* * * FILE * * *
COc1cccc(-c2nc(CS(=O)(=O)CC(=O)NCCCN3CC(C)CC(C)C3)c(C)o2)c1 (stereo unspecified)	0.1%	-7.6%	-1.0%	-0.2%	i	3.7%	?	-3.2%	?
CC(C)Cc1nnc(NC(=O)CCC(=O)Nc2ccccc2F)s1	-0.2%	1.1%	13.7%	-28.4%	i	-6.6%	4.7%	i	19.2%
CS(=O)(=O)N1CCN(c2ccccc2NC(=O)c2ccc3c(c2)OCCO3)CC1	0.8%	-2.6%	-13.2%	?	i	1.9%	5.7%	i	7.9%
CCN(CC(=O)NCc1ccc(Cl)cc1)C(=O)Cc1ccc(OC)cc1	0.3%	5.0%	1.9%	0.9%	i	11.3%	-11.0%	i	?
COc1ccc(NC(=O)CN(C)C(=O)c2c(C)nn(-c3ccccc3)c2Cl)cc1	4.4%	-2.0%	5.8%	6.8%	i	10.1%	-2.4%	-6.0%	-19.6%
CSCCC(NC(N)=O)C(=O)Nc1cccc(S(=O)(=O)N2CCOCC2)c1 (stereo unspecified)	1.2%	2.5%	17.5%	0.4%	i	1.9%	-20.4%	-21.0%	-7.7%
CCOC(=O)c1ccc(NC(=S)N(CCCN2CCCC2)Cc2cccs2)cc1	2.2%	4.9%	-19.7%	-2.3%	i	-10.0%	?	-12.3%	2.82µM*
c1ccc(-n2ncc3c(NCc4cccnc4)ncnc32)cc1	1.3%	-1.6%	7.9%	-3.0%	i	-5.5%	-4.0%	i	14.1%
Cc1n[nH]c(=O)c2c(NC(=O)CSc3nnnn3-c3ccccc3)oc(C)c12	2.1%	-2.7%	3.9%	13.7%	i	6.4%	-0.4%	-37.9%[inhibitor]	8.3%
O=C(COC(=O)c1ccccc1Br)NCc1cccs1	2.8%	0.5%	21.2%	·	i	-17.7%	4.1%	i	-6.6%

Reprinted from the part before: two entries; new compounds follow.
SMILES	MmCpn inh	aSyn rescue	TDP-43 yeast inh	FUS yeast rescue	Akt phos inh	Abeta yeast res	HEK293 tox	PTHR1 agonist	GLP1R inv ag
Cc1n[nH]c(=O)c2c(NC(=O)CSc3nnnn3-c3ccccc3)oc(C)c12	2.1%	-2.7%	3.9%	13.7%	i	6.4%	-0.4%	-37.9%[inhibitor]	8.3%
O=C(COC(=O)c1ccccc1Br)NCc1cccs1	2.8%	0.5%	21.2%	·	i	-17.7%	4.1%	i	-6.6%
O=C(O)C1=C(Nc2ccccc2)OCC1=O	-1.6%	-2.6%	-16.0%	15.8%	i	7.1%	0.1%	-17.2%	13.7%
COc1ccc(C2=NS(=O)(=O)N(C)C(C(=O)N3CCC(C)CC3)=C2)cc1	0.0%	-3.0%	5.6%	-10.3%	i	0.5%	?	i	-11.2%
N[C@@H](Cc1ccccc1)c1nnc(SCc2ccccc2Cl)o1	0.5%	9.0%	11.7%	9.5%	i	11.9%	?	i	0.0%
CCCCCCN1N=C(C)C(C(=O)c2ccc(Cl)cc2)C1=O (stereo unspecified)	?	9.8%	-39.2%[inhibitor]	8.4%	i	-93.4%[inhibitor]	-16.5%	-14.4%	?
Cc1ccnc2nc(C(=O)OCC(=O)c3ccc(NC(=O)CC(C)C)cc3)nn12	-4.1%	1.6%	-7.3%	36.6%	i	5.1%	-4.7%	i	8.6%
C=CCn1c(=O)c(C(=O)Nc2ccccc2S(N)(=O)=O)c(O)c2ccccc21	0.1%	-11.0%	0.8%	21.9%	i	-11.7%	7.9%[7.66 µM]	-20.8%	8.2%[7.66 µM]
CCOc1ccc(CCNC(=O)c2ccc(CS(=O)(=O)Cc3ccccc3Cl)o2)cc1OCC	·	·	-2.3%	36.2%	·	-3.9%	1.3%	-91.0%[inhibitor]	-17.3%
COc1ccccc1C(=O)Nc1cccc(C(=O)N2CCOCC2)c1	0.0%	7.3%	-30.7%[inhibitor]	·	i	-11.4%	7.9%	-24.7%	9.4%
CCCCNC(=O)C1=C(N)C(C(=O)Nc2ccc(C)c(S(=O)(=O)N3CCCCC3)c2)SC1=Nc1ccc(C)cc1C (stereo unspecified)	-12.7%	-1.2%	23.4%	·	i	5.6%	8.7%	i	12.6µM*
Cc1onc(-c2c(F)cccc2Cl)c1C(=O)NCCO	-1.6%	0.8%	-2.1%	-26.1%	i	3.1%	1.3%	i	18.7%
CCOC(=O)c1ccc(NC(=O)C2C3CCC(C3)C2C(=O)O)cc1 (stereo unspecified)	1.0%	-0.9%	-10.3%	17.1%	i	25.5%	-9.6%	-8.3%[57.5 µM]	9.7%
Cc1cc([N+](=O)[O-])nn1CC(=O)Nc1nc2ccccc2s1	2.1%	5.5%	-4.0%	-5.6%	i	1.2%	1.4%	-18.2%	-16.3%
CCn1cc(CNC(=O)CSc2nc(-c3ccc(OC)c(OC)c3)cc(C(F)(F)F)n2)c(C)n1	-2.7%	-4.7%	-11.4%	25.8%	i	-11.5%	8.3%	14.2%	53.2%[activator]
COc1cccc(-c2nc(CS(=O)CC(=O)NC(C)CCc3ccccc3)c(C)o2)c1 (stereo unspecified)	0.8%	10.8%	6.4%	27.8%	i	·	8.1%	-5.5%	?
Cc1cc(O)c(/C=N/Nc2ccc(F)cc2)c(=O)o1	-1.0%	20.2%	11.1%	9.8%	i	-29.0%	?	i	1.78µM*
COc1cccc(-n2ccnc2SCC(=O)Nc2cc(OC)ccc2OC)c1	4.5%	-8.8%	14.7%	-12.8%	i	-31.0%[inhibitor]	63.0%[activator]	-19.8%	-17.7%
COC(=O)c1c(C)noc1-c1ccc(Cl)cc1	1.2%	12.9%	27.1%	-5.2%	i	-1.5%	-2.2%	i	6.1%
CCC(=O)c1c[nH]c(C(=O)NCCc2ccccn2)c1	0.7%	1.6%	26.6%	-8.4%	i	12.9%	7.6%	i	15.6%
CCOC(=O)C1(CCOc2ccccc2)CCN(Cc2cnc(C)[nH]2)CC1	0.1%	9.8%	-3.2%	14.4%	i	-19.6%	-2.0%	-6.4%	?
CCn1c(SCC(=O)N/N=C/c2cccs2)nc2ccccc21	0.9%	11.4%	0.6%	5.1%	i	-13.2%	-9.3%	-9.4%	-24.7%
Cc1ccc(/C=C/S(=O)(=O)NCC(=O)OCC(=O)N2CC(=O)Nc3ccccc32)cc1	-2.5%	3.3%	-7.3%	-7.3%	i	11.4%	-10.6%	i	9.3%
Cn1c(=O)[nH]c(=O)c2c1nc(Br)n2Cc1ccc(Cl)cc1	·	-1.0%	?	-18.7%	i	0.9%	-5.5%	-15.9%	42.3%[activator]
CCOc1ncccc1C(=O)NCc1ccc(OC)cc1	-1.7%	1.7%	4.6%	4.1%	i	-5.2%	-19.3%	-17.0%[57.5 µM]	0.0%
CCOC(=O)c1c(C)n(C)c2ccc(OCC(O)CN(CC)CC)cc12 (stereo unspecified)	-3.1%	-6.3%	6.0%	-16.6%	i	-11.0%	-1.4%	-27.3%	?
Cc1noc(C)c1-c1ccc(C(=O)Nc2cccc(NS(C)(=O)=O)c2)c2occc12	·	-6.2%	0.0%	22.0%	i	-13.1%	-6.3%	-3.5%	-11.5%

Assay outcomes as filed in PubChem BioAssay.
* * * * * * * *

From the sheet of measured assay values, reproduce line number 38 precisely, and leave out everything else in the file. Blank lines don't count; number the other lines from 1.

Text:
CCOC(=O)c1c(C)n(C)c2ccc(OCC(O)CN(CC)CC)cc12 (stereo unspecified)	-3.1%	-6.3%	6.0%	-16.6%	i	-11.0%	-1.4%	-27.3%	?